array[2][49]=1;
array[2][49]=1;

for(num=0;num<50;num++)
{
for(num2=0;num2<50;num2++)
{
if((array[num][num2])==1)
{
printf("*");
}
else
{
printf(" ");
}
}printf("\n");
}

for(num3=0;num3<300;num3++)
{
system("cls");
function7();
function3();
for(num=0;num<50;num++)
{
for(num2=0;num2<50;num2++)
{
if((array[num][num2])==1)
{
printf("*");
}
else
{
printf(" ");
}
}printf("\n");
}Sleep(240);
}
}```

2. You should really give your functions and variables meaningful names and comment your code. It makes it a lot easier to understand what's going on

What problem is it that you're having, exactly?

3. Basically i think i have everything else down ok,except for the whole grid situation..
The whole idea is for it to be like John Conway's "Game of Life", and it should all be in a grid. But i don't know how to do that..I'm new to programming so please bear with me.

4. Void main should be int main
Is this C or C++ code?
Also your functions should have prototypes before they are implemented

5. Maybe you should start off smaller and build up to the full program? So, work on a function that draws the grid.

I don't know what you're referring to re: Conway's Game of Life, but I can't imagine this code does what you want to do... Start off small and build up to the full program. Label your variables and functions meaningfully.. eg. Score instead of num1.. or whatever

Atm you have stuff like this in there :-
Code:
```array[1][49]=1;
array[1][49]=1;
array[1][49]=1;
array[1][49]=1;
array[1][49]=1;
array[1][49]=1;
array[1][49]=1;```
I mean every one of those lines does the same thing, hehe, so.... you probably don't know what this code really does either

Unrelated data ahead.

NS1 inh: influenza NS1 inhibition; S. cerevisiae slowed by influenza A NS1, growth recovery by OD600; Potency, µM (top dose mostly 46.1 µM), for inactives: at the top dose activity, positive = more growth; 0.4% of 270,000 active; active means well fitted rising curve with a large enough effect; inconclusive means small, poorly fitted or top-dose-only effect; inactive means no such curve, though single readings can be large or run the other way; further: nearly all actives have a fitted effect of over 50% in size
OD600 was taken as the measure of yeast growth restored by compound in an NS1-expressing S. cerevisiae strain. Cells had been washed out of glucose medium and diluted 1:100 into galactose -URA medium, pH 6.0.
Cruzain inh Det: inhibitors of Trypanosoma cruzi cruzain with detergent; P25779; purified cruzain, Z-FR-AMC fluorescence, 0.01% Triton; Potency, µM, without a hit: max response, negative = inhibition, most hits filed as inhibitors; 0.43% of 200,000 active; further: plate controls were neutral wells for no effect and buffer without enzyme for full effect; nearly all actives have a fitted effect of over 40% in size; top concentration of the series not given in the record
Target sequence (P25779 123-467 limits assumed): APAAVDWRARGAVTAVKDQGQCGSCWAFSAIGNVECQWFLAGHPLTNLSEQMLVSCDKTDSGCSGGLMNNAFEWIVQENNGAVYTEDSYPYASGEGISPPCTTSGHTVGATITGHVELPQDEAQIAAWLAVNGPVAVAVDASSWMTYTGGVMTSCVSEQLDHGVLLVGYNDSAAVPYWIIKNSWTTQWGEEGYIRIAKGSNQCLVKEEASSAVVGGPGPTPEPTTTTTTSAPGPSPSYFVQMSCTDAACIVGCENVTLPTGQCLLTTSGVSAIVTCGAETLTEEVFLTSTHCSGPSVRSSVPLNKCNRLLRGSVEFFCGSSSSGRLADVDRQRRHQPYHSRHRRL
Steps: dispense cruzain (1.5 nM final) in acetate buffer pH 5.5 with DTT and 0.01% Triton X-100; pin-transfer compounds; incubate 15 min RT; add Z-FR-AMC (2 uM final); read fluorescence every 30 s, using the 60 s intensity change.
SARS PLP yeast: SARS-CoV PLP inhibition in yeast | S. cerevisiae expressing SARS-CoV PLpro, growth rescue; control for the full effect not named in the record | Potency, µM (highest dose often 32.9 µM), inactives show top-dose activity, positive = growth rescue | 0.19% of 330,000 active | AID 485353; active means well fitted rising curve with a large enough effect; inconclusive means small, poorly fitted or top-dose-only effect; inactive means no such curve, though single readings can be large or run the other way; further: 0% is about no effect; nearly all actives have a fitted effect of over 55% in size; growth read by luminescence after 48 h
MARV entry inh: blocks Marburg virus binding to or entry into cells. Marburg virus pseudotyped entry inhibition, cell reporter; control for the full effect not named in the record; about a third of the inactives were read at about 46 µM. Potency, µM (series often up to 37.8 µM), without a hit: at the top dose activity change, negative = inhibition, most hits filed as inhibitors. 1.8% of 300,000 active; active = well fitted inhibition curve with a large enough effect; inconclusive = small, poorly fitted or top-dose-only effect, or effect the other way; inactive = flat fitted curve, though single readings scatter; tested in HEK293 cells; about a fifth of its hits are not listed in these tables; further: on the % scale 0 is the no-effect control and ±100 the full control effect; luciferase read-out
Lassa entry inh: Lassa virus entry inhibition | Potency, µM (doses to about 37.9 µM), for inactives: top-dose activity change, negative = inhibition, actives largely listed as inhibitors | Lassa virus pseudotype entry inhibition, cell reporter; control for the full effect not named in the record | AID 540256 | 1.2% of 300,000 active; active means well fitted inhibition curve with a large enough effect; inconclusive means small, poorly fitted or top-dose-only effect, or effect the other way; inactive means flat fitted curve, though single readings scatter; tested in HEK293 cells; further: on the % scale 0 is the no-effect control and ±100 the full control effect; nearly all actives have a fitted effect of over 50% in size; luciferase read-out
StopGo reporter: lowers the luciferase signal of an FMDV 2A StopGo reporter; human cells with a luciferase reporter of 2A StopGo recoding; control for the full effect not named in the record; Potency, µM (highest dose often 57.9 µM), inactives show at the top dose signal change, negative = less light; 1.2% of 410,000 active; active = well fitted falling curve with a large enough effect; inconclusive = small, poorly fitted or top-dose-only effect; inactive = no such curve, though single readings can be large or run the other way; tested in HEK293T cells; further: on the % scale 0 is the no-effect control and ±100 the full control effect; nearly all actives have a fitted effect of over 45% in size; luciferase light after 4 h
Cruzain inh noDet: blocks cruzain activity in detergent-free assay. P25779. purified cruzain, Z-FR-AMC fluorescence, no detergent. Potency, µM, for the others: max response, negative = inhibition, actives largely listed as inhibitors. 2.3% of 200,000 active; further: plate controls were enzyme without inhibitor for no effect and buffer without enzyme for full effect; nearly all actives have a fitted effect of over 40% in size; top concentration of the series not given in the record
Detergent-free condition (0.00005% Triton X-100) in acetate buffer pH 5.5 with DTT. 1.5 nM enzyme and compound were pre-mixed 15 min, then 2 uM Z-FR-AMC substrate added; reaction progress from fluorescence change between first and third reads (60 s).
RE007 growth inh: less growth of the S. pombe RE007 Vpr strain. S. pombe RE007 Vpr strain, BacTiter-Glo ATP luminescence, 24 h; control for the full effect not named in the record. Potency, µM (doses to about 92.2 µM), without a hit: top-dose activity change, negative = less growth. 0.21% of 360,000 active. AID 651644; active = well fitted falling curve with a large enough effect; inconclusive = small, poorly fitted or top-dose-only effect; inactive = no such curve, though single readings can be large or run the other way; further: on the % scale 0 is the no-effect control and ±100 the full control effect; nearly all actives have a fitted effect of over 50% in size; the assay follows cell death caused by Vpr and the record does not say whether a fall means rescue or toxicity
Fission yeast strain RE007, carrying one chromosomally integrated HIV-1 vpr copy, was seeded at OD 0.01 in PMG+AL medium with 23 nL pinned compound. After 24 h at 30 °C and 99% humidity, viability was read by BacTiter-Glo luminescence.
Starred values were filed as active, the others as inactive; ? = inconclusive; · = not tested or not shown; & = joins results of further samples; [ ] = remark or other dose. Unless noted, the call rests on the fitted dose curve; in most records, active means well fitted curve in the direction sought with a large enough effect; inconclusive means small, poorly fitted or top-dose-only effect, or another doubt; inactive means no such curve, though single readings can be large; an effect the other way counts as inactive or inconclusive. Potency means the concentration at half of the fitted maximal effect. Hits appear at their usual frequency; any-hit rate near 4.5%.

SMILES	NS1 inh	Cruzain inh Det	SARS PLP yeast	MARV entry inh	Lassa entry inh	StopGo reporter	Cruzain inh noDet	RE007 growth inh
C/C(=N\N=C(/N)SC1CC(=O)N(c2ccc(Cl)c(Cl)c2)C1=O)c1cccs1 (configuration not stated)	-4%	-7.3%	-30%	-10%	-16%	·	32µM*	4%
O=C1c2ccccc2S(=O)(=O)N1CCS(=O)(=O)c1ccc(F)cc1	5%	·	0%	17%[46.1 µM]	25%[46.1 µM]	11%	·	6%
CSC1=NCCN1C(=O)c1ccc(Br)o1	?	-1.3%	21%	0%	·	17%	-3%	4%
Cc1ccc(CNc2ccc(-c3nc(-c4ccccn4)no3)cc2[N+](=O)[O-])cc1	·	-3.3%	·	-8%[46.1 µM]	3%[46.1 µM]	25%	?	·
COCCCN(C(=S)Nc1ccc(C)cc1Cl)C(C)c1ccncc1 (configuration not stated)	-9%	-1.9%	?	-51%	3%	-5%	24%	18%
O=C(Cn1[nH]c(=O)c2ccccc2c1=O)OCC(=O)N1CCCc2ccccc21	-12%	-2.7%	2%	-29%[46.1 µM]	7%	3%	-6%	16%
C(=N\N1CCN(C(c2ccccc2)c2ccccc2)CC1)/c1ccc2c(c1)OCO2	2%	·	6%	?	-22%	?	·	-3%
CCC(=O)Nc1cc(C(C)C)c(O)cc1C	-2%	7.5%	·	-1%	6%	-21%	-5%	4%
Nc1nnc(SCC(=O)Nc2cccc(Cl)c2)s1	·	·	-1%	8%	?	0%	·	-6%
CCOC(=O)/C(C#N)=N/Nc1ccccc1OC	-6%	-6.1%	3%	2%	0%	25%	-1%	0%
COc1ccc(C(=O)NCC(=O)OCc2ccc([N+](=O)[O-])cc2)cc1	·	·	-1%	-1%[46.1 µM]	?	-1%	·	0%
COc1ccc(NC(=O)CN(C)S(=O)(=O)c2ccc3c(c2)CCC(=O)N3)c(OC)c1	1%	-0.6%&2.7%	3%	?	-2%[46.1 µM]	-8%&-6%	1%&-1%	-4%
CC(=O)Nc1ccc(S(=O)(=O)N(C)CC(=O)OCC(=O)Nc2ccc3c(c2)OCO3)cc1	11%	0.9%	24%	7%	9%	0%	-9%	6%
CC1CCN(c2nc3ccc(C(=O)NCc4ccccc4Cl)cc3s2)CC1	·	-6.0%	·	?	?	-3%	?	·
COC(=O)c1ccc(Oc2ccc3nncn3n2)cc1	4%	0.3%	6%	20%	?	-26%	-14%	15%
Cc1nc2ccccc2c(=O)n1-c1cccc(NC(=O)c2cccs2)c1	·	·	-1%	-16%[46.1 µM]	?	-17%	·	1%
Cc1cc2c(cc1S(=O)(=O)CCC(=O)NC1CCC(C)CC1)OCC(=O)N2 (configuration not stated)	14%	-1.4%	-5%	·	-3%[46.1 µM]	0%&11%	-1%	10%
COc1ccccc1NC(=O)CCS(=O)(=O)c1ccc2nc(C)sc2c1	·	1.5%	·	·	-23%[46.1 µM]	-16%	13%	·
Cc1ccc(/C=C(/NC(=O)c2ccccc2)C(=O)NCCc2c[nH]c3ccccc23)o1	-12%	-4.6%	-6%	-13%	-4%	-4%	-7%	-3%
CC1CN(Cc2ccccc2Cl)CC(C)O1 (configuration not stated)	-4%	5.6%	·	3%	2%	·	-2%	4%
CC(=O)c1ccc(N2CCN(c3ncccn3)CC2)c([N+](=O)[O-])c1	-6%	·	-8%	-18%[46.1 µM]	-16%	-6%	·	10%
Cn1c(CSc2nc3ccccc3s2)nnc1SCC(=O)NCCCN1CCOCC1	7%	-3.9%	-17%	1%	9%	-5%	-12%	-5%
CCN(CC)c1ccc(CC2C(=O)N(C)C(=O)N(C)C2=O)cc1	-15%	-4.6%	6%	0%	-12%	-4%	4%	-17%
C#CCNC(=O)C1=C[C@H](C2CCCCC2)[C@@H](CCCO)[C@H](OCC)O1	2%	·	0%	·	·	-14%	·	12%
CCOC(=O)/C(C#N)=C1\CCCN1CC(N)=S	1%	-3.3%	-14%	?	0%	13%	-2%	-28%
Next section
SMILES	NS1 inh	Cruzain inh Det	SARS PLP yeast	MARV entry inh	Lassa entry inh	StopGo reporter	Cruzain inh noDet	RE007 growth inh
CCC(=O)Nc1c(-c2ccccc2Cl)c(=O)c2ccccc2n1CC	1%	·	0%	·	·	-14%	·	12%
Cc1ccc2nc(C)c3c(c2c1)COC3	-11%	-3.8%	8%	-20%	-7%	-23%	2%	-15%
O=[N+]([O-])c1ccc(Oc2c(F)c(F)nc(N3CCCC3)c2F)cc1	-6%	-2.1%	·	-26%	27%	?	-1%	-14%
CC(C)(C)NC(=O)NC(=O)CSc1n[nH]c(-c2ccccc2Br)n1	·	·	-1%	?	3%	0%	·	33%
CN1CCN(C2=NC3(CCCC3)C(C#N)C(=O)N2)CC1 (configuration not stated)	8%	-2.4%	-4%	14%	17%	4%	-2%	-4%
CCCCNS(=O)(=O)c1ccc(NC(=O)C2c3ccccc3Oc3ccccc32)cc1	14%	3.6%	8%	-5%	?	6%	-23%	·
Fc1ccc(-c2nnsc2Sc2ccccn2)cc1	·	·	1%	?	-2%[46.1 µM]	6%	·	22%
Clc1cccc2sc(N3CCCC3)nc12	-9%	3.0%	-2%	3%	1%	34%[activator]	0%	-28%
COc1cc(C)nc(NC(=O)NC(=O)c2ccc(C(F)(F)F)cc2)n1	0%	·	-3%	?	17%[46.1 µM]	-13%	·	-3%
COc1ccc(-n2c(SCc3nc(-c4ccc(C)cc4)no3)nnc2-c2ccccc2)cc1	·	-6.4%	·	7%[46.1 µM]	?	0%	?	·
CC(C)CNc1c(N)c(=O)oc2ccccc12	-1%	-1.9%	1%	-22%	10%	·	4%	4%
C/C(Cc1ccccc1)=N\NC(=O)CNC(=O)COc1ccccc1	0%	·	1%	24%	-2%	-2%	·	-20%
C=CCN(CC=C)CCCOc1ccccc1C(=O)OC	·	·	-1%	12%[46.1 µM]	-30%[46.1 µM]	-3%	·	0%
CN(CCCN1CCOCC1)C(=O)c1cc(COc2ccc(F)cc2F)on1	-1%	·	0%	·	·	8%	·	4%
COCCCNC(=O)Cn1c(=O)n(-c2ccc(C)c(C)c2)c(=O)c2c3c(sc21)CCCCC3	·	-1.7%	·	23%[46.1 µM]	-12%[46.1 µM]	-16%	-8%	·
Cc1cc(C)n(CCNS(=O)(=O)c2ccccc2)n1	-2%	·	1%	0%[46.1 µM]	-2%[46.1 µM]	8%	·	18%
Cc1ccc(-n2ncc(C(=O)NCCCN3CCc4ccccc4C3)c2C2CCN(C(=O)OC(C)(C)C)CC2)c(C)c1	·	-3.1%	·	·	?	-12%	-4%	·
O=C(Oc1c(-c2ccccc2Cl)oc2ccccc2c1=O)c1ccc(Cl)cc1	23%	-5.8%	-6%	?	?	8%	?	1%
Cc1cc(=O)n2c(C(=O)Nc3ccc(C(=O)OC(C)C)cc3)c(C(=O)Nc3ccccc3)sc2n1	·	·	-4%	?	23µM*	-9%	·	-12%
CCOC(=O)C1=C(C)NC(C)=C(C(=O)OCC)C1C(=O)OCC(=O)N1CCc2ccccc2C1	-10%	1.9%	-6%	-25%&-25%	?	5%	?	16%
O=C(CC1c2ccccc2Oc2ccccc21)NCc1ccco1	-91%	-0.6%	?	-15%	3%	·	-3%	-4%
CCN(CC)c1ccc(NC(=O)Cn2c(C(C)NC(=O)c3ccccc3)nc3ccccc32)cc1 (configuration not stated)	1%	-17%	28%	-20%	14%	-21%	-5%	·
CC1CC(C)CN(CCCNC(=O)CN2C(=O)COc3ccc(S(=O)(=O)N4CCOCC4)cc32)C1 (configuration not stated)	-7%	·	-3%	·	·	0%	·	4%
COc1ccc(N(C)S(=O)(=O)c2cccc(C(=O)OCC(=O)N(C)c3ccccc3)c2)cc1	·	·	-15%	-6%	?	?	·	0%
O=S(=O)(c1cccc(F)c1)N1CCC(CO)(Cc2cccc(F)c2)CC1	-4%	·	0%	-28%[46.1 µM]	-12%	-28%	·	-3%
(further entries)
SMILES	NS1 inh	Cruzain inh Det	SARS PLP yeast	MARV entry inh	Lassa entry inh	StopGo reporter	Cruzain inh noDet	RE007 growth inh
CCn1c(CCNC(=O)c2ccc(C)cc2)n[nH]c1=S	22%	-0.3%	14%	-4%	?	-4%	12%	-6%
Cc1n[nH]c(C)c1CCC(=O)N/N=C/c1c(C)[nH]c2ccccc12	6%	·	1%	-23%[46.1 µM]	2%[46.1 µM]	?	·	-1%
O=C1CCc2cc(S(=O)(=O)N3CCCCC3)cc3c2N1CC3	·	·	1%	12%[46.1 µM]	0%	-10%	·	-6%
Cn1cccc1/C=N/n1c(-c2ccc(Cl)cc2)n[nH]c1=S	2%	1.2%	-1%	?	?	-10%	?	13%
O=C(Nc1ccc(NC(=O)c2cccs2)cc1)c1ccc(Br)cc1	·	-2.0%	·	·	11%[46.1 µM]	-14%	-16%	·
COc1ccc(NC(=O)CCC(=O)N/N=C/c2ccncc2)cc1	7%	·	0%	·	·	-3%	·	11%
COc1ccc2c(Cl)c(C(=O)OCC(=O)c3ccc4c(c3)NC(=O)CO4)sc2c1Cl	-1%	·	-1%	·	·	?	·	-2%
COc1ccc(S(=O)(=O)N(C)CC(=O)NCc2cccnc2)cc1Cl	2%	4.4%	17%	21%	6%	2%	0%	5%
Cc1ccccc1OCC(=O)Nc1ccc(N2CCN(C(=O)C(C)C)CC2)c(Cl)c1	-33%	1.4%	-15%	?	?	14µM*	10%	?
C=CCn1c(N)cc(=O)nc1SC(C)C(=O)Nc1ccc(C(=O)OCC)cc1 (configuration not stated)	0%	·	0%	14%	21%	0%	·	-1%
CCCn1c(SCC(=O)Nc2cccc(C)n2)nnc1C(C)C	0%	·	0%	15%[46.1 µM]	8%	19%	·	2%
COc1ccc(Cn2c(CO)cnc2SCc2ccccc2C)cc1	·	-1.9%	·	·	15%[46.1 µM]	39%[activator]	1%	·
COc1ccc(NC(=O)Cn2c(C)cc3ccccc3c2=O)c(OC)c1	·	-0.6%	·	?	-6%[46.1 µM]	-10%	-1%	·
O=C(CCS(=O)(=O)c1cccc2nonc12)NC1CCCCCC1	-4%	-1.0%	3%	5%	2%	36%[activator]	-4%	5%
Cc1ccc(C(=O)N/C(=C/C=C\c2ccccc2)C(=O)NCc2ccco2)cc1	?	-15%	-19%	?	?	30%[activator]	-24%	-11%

6. Code:
```int array[50][50]={0};
int array1[50][50]={0};```
2D arrays must be initialized with
Code:
`{{0}}`

7. Originally Posted by dwks
2D arrays must be initialized with
Code:
`{{0}}`
Uh, really?

The problem with the code is that it is probably too long, it doesn't use descriptive names, it does use magic numbers all over the place etc. Therefore it is somewhat hard to help with that.

In general, with a game of life, you'll need something like that:

1) Mark cells randomly to be alive.

2) Loop over the grid and count the living neighbours of each cell. Since your world wraps around, you can probably use the modulo operator (&#37 and won't need any special cases for borders at all.
Depending on the count of neighbours make a desicion what will happen to this cell in the next generation. But don't modify the cell right away. Instead save the decision somewhere (you'll need another array for that).

3) Loop over the grid again, and change the state of the cells according to the decisions that you have stored.

4) Output and repeat with 2).

By the way, do "dead" cells come to life too?

8. > Uh, really?
Oops. I was thinking of something else . . .

By the way, do "dead" cells come to life too?
Yes. http://en.wikipedia.org/wiki/Conway's_Game_of_Life

The problem with the code is that it is probably too long, it doesn't use descriptive names, it does use magic numbers all over the place etc. Therefore it is somewhat hard to help with that.
Yes, definitely. I'm sure the OP can think of better names than function1, function2 etc.

Also your functions should have prototypes before they are implemented
Function prototypes are not strictly required here, since every function call comes after the function has been defined.